“An astounding success!” she proclaims later. They are in Rhea’s room, and it is only the three of them with some tea and light snacks. “Father sent me ahead with Petra to tell you all! We must prepare two rooms for them at once!”
Rhea sets her teacup down and smiles softly. “It has been so long since I have seen them... Flayn, where on Earth did you manage to find them?”
“Well, it was certainly not easy!” Flayn munches on a scone before continuing. “Uncle Indech was in Lake Teutates! And Uncle Macuil was all the way in Sreng! It is a good thing Sylvain was with us.”
Byleth’s eyebrows draw together. “Wait a moment. You and Seteth were looking for the other... but I thought they had died?”
“Oh, no,” Rhea says softly. “We had all faked our deaths, to move on.” She fiddles with her fingers for a few moments. “I suppose it is possible they could have perished since, but... I am glad that they had not.”
“It would have been awful. We should not dwell on such terrible what-ifs! Professor, will you help me prepare their rooms? They should be in here in only a few days!”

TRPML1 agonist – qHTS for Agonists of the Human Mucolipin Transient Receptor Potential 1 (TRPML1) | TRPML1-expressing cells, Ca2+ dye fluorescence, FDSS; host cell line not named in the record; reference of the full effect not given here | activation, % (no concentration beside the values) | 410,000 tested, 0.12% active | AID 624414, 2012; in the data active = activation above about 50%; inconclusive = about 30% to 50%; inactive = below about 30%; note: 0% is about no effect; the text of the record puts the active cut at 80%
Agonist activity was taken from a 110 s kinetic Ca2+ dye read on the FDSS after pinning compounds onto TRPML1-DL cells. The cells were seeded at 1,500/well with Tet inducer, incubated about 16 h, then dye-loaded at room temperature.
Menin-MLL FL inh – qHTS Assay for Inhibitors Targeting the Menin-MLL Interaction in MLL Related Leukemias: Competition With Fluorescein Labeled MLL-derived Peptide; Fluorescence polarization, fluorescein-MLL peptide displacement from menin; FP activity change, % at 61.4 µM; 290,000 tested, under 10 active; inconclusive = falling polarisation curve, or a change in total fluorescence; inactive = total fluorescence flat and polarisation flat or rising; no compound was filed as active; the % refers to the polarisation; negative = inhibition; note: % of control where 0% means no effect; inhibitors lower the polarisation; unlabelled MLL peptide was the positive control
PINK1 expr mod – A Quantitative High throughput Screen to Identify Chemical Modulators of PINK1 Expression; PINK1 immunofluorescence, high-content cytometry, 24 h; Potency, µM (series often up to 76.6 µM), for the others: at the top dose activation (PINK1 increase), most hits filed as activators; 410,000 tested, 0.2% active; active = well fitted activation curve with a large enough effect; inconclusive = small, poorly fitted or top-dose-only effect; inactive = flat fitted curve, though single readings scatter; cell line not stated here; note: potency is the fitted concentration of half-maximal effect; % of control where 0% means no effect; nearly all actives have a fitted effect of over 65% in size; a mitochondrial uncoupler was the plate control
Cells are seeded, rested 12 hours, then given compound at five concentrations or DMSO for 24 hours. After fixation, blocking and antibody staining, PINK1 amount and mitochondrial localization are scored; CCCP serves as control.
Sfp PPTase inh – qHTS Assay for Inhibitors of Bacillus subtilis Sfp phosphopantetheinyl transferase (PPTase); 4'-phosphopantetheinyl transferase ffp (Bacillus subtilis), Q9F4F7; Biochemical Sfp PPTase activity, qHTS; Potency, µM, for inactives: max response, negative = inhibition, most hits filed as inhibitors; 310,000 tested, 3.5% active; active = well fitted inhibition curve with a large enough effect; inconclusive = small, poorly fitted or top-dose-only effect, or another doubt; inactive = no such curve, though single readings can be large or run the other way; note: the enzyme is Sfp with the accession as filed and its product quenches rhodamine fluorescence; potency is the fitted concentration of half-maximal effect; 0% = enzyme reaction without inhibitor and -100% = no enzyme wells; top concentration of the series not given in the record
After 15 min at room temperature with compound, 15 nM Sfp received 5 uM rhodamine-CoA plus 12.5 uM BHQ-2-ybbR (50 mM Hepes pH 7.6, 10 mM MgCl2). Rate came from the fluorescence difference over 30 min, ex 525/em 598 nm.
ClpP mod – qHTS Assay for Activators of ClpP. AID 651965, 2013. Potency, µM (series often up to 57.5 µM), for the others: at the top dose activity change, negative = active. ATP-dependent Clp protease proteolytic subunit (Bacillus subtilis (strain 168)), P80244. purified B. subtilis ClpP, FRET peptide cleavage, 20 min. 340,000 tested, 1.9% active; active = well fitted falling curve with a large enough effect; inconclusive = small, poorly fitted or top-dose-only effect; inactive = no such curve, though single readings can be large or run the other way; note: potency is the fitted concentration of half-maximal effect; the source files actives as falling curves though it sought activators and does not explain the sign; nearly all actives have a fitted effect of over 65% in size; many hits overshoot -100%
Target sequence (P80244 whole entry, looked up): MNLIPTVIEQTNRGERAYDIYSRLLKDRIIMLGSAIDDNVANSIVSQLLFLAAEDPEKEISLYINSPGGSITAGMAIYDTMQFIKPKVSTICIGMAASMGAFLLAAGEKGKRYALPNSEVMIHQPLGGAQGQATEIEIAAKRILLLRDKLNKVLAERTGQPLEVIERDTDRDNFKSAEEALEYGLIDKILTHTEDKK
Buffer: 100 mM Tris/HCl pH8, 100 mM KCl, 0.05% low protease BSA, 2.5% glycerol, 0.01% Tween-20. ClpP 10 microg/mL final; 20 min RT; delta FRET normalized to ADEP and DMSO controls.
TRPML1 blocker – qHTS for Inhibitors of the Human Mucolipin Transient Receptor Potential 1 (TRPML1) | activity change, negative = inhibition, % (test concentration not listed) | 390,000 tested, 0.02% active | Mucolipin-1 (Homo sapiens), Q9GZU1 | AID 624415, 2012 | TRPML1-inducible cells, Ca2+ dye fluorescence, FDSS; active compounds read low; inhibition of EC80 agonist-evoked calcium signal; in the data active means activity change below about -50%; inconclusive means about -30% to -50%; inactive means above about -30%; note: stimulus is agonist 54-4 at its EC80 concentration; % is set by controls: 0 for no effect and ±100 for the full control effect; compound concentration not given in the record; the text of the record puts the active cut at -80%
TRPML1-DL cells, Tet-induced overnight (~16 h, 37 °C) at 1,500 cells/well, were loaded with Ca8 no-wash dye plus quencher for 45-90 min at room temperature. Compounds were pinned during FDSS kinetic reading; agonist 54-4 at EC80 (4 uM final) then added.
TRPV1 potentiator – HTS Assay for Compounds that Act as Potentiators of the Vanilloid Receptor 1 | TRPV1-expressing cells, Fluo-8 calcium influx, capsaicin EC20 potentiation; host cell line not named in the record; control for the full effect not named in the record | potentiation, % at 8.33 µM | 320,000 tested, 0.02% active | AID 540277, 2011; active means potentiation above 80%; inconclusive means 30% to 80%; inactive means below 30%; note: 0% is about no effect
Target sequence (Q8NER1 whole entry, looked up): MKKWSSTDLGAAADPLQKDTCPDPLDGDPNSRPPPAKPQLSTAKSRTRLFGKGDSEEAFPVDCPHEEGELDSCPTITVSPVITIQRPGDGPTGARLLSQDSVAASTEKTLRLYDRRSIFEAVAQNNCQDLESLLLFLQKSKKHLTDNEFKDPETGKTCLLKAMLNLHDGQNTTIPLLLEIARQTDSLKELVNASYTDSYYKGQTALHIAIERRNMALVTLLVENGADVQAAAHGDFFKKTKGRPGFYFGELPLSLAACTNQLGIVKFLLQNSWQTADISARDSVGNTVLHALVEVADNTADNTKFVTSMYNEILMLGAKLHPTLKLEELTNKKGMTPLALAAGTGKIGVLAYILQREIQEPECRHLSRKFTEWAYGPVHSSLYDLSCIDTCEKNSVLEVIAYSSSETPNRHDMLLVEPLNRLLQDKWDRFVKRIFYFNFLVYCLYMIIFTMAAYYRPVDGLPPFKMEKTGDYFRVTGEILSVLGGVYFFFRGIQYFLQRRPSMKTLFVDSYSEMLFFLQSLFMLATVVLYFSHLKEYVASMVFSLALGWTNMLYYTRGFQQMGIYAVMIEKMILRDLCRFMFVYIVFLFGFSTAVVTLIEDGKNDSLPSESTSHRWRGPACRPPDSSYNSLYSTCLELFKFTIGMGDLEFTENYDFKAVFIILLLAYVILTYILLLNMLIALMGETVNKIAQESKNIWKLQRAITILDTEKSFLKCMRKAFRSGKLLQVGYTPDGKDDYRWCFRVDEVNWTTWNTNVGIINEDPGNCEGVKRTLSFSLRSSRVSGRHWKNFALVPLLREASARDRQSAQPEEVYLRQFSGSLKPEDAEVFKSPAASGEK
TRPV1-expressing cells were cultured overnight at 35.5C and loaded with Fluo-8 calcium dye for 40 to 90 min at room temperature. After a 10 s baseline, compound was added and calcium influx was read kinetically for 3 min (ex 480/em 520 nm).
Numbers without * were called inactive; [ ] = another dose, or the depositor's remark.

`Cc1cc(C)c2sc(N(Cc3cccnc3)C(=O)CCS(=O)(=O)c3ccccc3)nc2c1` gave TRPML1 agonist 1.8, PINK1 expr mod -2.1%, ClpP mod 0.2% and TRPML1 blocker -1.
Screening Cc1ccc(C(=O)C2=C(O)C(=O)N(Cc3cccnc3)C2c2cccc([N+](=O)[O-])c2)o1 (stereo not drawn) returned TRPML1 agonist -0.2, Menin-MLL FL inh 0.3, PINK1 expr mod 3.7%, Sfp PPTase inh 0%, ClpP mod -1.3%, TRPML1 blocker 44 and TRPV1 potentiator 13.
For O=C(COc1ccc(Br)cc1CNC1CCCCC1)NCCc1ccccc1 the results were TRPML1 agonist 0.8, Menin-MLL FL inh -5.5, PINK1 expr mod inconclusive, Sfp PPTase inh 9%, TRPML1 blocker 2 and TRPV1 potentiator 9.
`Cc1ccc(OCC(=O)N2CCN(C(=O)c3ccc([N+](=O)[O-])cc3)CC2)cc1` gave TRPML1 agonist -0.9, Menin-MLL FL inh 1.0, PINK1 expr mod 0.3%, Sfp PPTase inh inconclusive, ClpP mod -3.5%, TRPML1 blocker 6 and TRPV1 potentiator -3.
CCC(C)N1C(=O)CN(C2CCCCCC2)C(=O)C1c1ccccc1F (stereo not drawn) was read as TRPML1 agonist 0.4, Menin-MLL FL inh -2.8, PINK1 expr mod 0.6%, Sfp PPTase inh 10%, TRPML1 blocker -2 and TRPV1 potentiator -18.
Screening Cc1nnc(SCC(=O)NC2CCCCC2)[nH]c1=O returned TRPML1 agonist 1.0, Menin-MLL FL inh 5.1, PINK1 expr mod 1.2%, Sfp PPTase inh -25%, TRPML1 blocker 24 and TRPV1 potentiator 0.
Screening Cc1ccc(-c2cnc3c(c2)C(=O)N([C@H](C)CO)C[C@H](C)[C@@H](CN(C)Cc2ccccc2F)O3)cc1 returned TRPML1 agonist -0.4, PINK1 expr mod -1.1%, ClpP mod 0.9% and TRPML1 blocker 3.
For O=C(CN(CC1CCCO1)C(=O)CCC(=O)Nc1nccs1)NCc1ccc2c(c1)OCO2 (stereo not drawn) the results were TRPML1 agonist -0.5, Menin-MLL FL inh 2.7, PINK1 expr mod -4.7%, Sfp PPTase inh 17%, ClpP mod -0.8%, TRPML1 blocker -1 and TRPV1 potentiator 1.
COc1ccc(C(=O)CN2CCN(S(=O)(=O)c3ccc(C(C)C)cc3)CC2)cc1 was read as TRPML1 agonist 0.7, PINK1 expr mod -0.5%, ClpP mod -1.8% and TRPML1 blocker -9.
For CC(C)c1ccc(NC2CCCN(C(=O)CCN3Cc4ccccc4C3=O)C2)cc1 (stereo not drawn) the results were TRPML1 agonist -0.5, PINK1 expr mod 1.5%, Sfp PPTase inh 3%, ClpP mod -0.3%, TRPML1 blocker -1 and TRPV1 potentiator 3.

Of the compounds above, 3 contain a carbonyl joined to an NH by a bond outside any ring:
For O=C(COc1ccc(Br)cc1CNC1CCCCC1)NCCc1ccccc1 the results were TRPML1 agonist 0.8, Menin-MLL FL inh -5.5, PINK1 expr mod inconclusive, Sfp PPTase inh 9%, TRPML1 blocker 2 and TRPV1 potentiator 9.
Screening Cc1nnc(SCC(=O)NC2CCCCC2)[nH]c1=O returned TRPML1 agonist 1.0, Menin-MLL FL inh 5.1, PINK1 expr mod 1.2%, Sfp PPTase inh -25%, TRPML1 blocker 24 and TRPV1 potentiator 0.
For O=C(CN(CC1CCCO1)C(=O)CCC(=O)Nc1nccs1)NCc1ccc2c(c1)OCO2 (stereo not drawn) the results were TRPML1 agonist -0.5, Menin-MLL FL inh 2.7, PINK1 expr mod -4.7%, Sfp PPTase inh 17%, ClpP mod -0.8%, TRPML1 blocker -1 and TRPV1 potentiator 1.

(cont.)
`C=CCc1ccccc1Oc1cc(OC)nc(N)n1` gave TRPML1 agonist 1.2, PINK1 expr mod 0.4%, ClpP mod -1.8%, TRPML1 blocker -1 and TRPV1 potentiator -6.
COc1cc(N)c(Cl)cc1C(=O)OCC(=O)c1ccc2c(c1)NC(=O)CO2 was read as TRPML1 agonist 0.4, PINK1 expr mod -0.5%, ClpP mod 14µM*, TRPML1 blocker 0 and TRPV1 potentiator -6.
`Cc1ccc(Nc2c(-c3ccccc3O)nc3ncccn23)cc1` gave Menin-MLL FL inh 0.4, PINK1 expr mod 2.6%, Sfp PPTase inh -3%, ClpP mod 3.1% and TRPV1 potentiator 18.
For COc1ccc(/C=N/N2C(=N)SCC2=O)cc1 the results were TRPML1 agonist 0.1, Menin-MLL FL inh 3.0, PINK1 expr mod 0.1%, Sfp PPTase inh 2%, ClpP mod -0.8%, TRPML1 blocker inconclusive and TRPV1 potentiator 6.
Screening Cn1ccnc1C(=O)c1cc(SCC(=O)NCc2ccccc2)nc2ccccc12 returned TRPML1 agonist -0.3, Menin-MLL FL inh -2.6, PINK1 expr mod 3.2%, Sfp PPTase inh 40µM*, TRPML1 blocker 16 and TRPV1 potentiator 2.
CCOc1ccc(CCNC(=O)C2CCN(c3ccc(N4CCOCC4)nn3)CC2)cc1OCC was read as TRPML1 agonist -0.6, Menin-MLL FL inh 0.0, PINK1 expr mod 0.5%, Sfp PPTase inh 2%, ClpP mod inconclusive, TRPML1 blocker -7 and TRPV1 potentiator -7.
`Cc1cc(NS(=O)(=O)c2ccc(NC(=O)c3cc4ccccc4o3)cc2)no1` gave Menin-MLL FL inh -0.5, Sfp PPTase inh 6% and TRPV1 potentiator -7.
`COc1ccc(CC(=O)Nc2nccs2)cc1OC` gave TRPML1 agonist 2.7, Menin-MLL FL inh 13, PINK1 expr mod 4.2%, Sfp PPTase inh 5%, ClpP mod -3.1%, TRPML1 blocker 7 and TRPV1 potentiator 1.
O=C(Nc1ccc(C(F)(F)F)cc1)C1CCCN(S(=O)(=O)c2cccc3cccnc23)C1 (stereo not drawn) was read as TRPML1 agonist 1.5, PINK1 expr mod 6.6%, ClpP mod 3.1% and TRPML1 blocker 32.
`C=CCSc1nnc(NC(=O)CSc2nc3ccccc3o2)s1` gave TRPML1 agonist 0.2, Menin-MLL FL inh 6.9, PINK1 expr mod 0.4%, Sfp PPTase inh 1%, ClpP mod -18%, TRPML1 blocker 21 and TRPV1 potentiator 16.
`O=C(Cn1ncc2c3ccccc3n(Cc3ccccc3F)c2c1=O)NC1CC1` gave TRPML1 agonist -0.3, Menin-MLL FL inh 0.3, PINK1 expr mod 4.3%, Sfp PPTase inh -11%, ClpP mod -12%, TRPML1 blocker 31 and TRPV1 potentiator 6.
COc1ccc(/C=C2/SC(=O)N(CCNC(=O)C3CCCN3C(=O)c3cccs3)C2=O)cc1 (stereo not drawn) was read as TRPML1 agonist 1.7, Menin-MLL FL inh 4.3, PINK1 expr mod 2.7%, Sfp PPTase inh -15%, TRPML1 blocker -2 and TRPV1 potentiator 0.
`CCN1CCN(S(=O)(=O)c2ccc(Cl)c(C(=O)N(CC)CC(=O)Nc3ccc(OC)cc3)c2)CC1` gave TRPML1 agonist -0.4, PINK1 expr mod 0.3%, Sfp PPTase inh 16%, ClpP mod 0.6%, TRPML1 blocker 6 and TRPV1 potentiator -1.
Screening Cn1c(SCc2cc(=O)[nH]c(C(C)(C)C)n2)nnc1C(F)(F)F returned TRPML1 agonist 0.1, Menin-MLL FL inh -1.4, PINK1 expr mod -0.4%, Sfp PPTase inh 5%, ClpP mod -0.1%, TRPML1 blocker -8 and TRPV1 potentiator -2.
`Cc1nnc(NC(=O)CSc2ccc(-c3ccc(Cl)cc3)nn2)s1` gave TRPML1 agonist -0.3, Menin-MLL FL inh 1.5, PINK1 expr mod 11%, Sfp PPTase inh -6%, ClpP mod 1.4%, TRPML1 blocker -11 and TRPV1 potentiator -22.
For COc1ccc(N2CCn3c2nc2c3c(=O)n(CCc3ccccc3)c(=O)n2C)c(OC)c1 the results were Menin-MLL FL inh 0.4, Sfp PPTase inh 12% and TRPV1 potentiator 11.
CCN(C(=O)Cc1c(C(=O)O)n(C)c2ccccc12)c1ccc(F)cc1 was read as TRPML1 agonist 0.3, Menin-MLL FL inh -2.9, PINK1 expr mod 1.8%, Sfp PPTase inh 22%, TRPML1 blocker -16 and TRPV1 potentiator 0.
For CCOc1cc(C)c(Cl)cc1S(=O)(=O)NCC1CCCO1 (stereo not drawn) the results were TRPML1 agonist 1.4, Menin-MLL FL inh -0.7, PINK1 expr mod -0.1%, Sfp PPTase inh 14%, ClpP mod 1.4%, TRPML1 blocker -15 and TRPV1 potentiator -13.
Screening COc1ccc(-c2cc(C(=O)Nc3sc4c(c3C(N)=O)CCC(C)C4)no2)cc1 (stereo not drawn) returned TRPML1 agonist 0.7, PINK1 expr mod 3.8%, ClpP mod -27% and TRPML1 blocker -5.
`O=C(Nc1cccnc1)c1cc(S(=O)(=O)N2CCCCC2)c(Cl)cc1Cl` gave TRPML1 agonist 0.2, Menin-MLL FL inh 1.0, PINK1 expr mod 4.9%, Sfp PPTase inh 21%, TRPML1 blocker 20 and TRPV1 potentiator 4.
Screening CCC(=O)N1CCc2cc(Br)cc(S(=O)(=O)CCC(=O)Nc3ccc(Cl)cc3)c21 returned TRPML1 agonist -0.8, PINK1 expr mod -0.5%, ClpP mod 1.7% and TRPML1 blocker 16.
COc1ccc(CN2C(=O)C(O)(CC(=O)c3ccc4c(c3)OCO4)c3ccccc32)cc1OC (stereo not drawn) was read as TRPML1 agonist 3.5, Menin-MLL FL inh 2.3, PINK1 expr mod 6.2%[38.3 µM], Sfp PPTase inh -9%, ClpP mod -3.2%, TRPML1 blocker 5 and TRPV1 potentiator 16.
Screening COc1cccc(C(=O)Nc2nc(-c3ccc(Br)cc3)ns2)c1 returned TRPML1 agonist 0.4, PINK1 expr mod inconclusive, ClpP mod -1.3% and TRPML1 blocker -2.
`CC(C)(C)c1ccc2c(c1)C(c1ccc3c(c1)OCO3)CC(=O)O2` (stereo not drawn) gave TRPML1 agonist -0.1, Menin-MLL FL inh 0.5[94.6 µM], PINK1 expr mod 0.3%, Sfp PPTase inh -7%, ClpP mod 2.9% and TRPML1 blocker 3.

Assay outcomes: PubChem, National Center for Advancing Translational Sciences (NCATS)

Who better to prepare a room for a saint than a saint? Flayn does most of the work, while Byleth just does whatever the girl instructs of her. While the monastery has certainly seen better days, they are able to spare a little expense to make certain that Indech and Macuil will be comfortable. Flayn insists that they have to make an impression, as the men haven’t been in their human forms for over a thousand years. Byleth tries hard not to think too carefully about that; she doesn’t quite think her mind is capable of understanding what that means.
When they come back, they are absolutely haggard. Seteth is the same as she remembers from a moon ago, if a bit worn from the road. They all are, after an entire moon. The two saints, though, are something else. They stick out like sore thumbs, neither of them wearing any armor at all. They’ve got weapons, though it seems they hadn’t needed to use them. The clothes they wear are pristine as if brand new, though rather plain. Seteth must have made haste to dress them in whatever he could find. It’s their hair, that truly gives them away. That unhuman green that Byleth has come to associate with the Nabateans, whoever they are. One of the men has a deeper shade, like Seteth’s, and the other’s is lighter, like Flayn’s or Rhea’s.